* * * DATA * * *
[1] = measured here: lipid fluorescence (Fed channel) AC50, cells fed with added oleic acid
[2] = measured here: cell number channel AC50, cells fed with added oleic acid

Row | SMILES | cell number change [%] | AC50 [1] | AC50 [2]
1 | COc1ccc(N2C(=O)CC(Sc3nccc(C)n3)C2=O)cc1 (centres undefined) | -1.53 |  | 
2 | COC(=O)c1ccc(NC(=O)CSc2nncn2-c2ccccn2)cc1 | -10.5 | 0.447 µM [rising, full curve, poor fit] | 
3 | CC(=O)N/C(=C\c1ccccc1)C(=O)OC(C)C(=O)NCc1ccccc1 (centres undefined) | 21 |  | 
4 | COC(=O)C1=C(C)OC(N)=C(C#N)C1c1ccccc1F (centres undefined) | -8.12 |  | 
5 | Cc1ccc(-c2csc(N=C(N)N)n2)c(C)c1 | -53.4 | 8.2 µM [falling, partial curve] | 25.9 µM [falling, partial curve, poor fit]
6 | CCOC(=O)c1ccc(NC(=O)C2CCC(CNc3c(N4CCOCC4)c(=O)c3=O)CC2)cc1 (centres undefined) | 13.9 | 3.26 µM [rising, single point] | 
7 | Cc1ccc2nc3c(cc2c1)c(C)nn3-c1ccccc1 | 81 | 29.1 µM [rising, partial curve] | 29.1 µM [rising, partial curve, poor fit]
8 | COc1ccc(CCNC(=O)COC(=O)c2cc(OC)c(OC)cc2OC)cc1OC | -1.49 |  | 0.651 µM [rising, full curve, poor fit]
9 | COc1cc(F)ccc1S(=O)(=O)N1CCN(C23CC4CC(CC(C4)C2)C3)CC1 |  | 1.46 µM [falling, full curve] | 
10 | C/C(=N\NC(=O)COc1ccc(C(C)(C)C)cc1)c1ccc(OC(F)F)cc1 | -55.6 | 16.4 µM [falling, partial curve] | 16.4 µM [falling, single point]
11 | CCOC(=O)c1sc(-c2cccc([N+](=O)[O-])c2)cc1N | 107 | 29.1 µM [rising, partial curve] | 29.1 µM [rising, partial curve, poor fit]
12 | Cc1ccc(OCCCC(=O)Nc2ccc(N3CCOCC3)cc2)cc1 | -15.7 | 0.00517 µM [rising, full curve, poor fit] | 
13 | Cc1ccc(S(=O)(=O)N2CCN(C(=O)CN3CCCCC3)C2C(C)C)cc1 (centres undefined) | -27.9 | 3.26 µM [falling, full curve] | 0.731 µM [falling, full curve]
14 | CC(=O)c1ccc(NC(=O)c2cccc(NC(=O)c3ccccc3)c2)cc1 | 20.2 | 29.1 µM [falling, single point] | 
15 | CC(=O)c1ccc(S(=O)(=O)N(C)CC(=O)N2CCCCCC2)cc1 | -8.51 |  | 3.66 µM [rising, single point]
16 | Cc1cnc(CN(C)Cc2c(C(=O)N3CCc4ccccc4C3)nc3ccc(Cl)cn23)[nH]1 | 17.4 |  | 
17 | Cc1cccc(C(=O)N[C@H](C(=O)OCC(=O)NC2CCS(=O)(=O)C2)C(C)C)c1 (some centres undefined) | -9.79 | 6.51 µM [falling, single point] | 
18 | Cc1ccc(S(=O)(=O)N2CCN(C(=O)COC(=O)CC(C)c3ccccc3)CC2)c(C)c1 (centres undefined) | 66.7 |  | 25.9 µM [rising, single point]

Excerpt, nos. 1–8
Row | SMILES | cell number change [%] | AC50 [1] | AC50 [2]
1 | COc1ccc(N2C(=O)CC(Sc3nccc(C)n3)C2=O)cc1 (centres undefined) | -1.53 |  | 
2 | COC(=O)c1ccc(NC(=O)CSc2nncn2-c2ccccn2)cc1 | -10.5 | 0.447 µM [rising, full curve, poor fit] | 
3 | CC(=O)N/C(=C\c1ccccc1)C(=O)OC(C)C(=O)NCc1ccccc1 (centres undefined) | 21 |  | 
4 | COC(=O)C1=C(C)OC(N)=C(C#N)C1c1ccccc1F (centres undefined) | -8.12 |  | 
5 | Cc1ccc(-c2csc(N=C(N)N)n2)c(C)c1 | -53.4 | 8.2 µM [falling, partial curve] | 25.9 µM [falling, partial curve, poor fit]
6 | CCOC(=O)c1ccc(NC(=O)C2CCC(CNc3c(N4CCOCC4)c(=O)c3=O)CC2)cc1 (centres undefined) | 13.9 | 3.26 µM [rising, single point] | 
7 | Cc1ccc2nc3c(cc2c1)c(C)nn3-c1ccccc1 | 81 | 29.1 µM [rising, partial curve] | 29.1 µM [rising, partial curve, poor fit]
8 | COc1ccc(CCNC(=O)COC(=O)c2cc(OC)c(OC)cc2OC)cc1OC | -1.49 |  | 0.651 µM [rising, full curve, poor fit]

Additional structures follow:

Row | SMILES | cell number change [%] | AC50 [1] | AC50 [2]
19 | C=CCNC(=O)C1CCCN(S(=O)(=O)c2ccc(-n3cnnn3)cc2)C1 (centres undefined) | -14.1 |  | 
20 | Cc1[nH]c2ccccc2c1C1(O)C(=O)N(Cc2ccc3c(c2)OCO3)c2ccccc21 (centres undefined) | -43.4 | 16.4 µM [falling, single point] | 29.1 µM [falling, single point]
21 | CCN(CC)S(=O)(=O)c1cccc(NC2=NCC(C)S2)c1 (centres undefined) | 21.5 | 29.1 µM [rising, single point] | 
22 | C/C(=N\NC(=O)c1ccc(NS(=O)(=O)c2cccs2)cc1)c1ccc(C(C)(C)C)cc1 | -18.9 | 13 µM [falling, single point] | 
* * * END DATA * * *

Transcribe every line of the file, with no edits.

[1] = measured here: lipid fluorescence (Fed channel) AC50, cells fed with added oleic acid
[2] = measured here: cell number channel AC50, cells fed with added oleic acid

Row | SMILES | cell number change [%] | AC50 [1] | AC50 [2]
1 | COc1ccc(N2C(=O)CC(Sc3nccc(C)n3)C2=O)cc1 (centres undefined) | -1.53 |  | 
2 | COC(=O)c1ccc(NC(=O)CSc2nncn2-c2ccccn2)cc1 | -10.5 | 0.447 µM [rising, full curve, poor fit] | 
3 | CC(=O)N/C(=C\c1ccccc1)C(=O)OC(C)C(=O)NCc1ccccc1 (centres undefined) | 21 |  | 
4 | COC(=O)C1=C(C)OC(N)=C(C#N)C1c1ccccc1F (centres undefined) | -8.12 |  | 
5 | Cc1ccc(-c2csc(N=C(N)N)n2)c(C)c1 | -53.4 | 8.2 µM [falling, partial curve] | 25.9 µM [falling, partial curve, poor fit]
6 | CCOC(=O)c1ccc(NC(=O)C2CCC(CNc3c(N4CCOCC4)c(=O)c3=O)CC2)cc1 (centres undefined) | 13.9 | 3.26 µM [rising, single point] | 
7 | Cc1ccc2nc3c(cc2c1)c(C)nn3-c1ccccc1 | 81 | 29.1 µM [rising, partial curve] | 29.1 µM [rising, partial curve, poor fit]
8 | COc1ccc(CCNC(=O)COC(=O)c2cc(OC)c(OC)cc2OC)cc1OC | -1.49 |  | 0.651 µM [rising, full curve, poor fit]
9 | COc1cc(F)ccc1S(=O)(=O)N1CCN(C23CC4CC(CC(C4)C2)C3)CC1 |  | 1.46 µM [falling, full curve] | 
10 | C/C(=N\NC(=O)COc1ccc(C(C)(C)C)cc1)c1ccc(OC(F)F)cc1 | -55.6 | 16.4 µM [falling, partial curve] | 16.4 µM [falling, single point]
11 | CCOC(=O)c1sc(-c2cccc([N+](=O)[O-])c2)cc1N | 107 | 29.1 µM [rising, partial curve] | 29.1 µM [rising, partial curve, poor fit]
12 | Cc1ccc(OCCCC(=O)Nc2ccc(N3CCOCC3)cc2)cc1 | -15.7 | 0.00517 µM [rising, full curve, poor fit] | 
13 | Cc1ccc(S(=O)(=O)N2CCN(C(=O)CN3CCCCC3)C2C(C)C)cc1 (centres undefined) | -27.9 | 3.26 µM [falling, full curve] | 0.731 µM [falling, full curve]
14 | CC(=O)c1ccc(NC(=O)c2cccc(NC(=O)c3ccccc3)c2)cc1 | 20.2 | 29.1 µM [falling, single point] | 
15 | CC(=O)c1ccc(S(=O)(=O)N(C)CC(=O)N2CCCCCC2)cc1 | -8.51 |  | 3.66 µM [rising, single point]
16 | Cc1cnc(CN(C)Cc2c(C(=O)N3CCc4ccccc4C3)nc3ccc(Cl)cn23)[nH]1 | 17.4 |  | 
17 | Cc1cccc(C(=O)N[C@H](C(=O)OCC(=O)NC2CCS(=O)(=O)C2)C(C)C)c1 (some centres undefined) | -9.79 | 6.51 µM [falling, single point] | 
18 | Cc1ccc(S(=O)(=O)N2CCN(C(=O)COC(=O)CC(C)c3ccccc3)CC2)c(C)c1 (centres undefined) | 66.7 |  | 25.9 µM [rising, single point]

Excerpt, nos. 1–8
Row | SMILES | cell number change [%] | AC50 [1] | AC50 [2]
1 | COc1ccc(N2C(=O)CC(Sc3nccc(C)n3)C2=O)cc1 (centres undefined) | -1.53 |  | 
2 | COC(=O)c1ccc(NC(=O)CSc2nncn2-c2ccccn2)cc1 | -10.5 | 0.447 µM [rising, full curve, poor fit] | 
3 | CC(=O)N/C(=C\c1ccccc1)C(=O)OC(C)C(=O)NCc1ccccc1 (centres undefined) | 21 |  | 
4 | COC(=O)C1=C(C)OC(N)=C(C#N)C1c1ccccc1F (centres undefined) | -8.12 |  | 
5 | Cc1ccc(-c2csc(N=C(N)N)n2)c(C)c1 | -53.4 | 8.2 µM [falling, partial curve] | 25.9 µM [falling, partial curve, poor fit]
6 | CCOC(=O)c1ccc(NC(=O)C2CCC(CNc3c(N4CCOCC4)c(=O)c3=O)CC2)cc1 (centres undefined) | 13.9 | 3.26 µM [rising, single point] | 
7 | Cc1ccc2nc3c(cc2c1)c(C)nn3-c1ccccc1 | 81 | 29.1 µM [rising, partial curve] | 29.1 µM [rising, partial curve, poor fit]
8 | COc1ccc(CCNC(=O)COC(=O)c2cc(OC)c(OC)cc2OC)cc1OC | -1.49 |  | 0.651 µM [rising, full curve, poor fit]

Additional structures follow:

Row | SMILES | cell number change [%] | AC50 [1] | AC50 [2]
19 | C=CCNC(=O)C1CCCN(S(=O)(=O)c2ccc(-n3cnnn3)cc2)C1 (centres undefined) | -14.1 |  | 
20 | Cc1[nH]c2ccccc2c1C1(O)C(=O)N(Cc2ccc3c(c2)OCO3)c2ccccc21 (centres undefined) | -43.4 | 16.4 µM [falling, single point] | 29.1 µM [falling, single point]
21 | CCN(CC)S(=O)(=O)c1cccc(NC2=NCC(C)S2)c1 (centres undefined) | 21.5 | 29.1 µM [rising, single point] | 
22 | C/C(=N\NC(=O)c1ccc(NS(=O)(=O)c2cccs2)cc1)c1ccc(C(C)(C)C)cc1 | -18.9 | 13 µM [falling, single point] | 